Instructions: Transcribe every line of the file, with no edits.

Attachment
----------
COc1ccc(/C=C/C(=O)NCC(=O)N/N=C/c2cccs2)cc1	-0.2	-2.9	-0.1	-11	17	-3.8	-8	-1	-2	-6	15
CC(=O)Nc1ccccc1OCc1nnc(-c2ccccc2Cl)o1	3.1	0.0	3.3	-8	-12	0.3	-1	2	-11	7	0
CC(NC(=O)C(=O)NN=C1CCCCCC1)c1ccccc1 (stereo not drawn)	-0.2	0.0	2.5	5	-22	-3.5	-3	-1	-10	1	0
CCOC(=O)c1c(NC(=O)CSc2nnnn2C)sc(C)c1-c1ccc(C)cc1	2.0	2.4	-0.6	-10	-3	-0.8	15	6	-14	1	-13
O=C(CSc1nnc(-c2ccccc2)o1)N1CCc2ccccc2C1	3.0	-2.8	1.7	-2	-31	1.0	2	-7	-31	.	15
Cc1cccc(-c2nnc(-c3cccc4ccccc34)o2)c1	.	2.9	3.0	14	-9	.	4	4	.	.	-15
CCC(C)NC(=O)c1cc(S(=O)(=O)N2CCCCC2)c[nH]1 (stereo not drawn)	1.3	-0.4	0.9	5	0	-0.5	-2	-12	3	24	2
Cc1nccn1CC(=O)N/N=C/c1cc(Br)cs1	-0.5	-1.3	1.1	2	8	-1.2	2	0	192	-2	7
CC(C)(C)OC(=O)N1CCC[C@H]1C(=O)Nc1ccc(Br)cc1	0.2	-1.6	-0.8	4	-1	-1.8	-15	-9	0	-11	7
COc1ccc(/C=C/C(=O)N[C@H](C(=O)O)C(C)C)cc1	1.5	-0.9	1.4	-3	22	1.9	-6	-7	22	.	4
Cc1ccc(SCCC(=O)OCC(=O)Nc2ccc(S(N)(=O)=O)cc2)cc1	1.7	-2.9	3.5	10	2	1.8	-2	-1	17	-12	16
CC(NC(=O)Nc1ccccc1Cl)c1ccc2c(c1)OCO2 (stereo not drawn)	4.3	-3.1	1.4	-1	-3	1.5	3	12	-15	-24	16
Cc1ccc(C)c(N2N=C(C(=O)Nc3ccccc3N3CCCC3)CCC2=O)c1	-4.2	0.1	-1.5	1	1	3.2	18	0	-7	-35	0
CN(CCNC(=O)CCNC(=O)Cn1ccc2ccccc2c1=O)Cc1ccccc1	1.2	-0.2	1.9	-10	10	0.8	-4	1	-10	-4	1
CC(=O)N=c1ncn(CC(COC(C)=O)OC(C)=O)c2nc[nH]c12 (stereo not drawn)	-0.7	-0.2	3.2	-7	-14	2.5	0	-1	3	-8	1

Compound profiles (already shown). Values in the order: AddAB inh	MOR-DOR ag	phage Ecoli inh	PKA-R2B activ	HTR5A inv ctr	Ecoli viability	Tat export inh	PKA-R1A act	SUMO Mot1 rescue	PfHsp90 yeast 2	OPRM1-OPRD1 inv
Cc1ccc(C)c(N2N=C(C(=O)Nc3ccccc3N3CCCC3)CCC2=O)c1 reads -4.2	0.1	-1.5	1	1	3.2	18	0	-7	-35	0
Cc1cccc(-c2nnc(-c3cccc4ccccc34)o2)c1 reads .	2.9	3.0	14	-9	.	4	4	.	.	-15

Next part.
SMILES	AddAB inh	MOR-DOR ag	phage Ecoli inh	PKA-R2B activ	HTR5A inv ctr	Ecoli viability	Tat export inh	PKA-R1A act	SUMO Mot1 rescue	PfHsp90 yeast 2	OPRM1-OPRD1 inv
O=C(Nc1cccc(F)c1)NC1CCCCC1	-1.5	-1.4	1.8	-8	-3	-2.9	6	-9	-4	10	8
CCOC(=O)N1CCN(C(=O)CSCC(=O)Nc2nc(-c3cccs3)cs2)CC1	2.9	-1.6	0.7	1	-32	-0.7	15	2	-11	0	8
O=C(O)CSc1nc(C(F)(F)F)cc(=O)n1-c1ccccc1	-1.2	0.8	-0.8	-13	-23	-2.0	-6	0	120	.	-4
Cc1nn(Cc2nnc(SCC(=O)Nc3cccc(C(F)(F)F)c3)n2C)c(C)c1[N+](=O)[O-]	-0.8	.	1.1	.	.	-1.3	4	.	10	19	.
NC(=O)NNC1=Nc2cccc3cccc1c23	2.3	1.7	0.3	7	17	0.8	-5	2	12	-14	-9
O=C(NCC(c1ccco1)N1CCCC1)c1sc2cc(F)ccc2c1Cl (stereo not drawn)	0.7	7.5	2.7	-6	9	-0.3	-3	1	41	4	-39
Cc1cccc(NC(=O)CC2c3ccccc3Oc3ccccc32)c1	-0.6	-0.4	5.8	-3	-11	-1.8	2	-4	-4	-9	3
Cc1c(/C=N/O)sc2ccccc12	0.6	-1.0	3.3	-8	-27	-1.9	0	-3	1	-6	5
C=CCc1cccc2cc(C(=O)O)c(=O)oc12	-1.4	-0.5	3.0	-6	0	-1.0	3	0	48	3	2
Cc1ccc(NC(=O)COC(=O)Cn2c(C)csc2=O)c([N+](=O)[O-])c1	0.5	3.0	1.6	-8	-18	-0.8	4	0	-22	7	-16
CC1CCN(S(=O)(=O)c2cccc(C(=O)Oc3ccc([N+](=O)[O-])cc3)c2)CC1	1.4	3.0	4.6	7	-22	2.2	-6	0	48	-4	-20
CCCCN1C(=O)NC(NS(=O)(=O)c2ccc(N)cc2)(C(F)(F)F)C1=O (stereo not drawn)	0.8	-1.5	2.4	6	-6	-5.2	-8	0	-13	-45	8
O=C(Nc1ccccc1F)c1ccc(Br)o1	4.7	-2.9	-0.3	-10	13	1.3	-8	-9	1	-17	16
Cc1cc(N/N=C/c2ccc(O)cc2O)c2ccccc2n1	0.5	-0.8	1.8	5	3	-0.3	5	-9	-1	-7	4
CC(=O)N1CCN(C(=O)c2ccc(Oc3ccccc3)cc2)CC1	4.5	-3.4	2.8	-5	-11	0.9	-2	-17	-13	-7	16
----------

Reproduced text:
COc1ccc(/C=C/C(=O)NCC(=O)N/N=C/c2cccs2)cc1	-0.2	-2.9	-0.1	-11	17	-3.8	-8	-1	-2	-6	15
CC(=O)Nc1ccccc1OCc1nnc(-c2ccccc2Cl)o1	3.1	0.0	3.3	-8	-12	0.3	-1	2	-11	7	0
CC(NC(=O)C(=O)NN=C1CCCCCC1)c1ccccc1 (stereo not drawn)	-0.2	0.0	2.5	5	-22	-3.5	-3	-1	-10	1	0
CCOC(=O)c1c(NC(=O)CSc2nnnn2C)sc(C)c1-c1ccc(C)cc1	2.0	2.4	-0.6	-10	-3	-0.8	15	6	-14	1	-13
O=C(CSc1nnc(-c2ccccc2)o1)N1CCc2ccccc2C1	3.0	-2.8	1.7	-2	-31	1.0	2	-7	-31	.	15
Cc1cccc(-c2nnc(-c3cccc4ccccc34)o2)c1	.	2.9	3.0	14	-9	.	4	4	.	.	-15
CCC(C)NC(=O)c1cc(S(=O)(=O)N2CCCCC2)c[nH]1 (stereo not drawn)	1.3	-0.4	0.9	5	0	-0.5	-2	-12	3	24	2
Cc1nccn1CC(=O)N/N=C/c1cc(Br)cs1	-0.5	-1.3	1.1	2	8	-1.2	2	0	192	-2	7
CC(C)(C)OC(=O)N1CCC[C@H]1C(=O)Nc1ccc(Br)cc1	0.2	-1.6	-0.8	4	-1	-1.8	-15	-9	0	-11	7
COc1ccc(/C=C/C(=O)N[C@H](C(=O)O)C(C)C)cc1	1.5	-0.9	1.4	-3	22	1.9	-6	-7	22	.	4
Cc1ccc(SCCC(=O)OCC(=O)Nc2ccc(S(N)(=O)=O)cc2)cc1	1.7	-2.9	3.5	10	2	1.8	-2	-1	17	-12	16
CC(NC(=O)Nc1ccccc1Cl)c1ccc2c(c1)OCO2 (stereo not drawn)	4.3	-3.1	1.4	-1	-3	1.5	3	12	-15	-24	16
Cc1ccc(C)c(N2N=C(C(=O)Nc3ccccc3N3CCCC3)CCC2=O)c1	-4.2	0.1	-1.5	1	1	3.2	18	0	-7	-35	0
CN(CCNC(=O)CCNC(=O)Cn1ccc2ccccc2c1=O)Cc1ccccc1	1.2	-0.2	1.9	-10	10	0.8	-4	1	-10	-4	1
CC(=O)N=c1ncn(CC(COC(C)=O)OC(C)=O)c2nc[nH]c12 (stereo not drawn)	-0.7	-0.2	3.2	-7	-14	2.5	0	-1	3	-8	1

Compound profiles (already shown). Values in the order: AddAB inh	MOR-DOR ag	phage Ecoli inh	PKA-R2B activ	HTR5A inv ctr	Ecoli viability	Tat export inh	PKA-R1A act	SUMO Mot1 rescue	PfHsp90 yeast 2	OPRM1-OPRD1 inv
Cc1ccc(C)c(N2N=C(C(=O)Nc3ccccc3N3CCCC3)CCC2=O)c1 reads -4.2	0.1	-1.5	1	1	3.2	18	0	-7	-35	0
Cc1cccc(-c2nnc(-c3cccc4ccccc34)o2)c1 reads .	2.9	3.0	14	-9	.	4	4	.	.	-15

Next part.
SMILES	AddAB inh	MOR-DOR ag	phage Ecoli inh	PKA-R2B activ	HTR5A inv ctr	Ecoli viability	Tat export inh	PKA-R1A act	SUMO Mot1 rescue	PfHsp90 yeast 2	OPRM1-OPRD1 inv
O=C(Nc1cccc(F)c1)NC1CCCCC1	-1.5	-1.4	1.8	-8	-3	-2.9	6	-9	-4	10	8
CCOC(=O)N1CCN(C(=O)CSCC(=O)Nc2nc(-c3cccs3)cs2)CC1	2.9	-1.6	0.7	1	-32	-0.7	15	2	-11	0	8
O=C(O)CSc1nc(C(F)(F)F)cc(=O)n1-c1ccccc1	-1.2	0.8	-0.8	-13	-23	-2.0	-6	0	120	.	-4
Cc1nn(Cc2nnc(SCC(=O)Nc3cccc(C(F)(F)F)c3)n2C)c(C)c1[N+](=O)[O-]	-0.8	.	1.1	.	.	-1.3	4	.	10	19	.
NC(=O)NNC1=Nc2cccc3cccc1c23	2.3	1.7	0.3	7	17	0.8	-5	2	12	-14	-9
O=C(NCC(c1ccco1)N1CCCC1)c1sc2cc(F)ccc2c1Cl (stereo not drawn)	0.7	7.5	2.7	-6	9	-0.3	-3	1	41	4	-39
Cc1cccc(NC(=O)CC2c3ccccc3Oc3ccccc32)c1	-0.6	-0.4	5.8	-3	-11	-1.8	2	-4	-4	-9	3
Cc1c(/C=N/O)sc2ccccc12	0.6	-1.0	3.3	-8	-27	-1.9	0	-3	1	-6	5
C=CCc1cccc2cc(C(=O)O)c(=O)oc12	-1.4	-0.5	3.0	-6	0	-1.0	3	0	48	3	2
Cc1ccc(NC(=O)COC(=O)Cn2c(C)csc2=O)c([N+](=O)[O-])c1	0.5	3.0	1.6	-8	-18	-0.8	4	0	-22	7	-16
CC1CCN(S(=O)(=O)c2cccc(C(=O)Oc3ccc([N+](=O)[O-])cc3)c2)CC1	1.4	3.0	4.6	7	-22	2.2	-6	0	48	-4	-20
CCCCN1C(=O)NC(NS(=O)(=O)c2ccc(N)cc2)(C(F)(F)F)C1=O (stereo not drawn)	0.8	-1.5	2.4	6	-6	-5.2	-8	0	-13	-45	8
O=C(Nc1ccccc1F)c1ccc(Br)o1	4.7	-2.9	-0.3	-10	13	1.3	-8	-9	1	-17	16
Cc1cc(N/N=C/c2ccc(O)cc2O)c2ccccc2n1	0.5	-0.8	1.8	5	3	-0.3	5	-9	-1	-7	4
CC(=O)N1CCN(C(=O)c2ccc(Oc3ccccc3)cc2)CC1	4.5	-3.4	2.8	-5	-11	0.9	-2	-17	-13	-7	16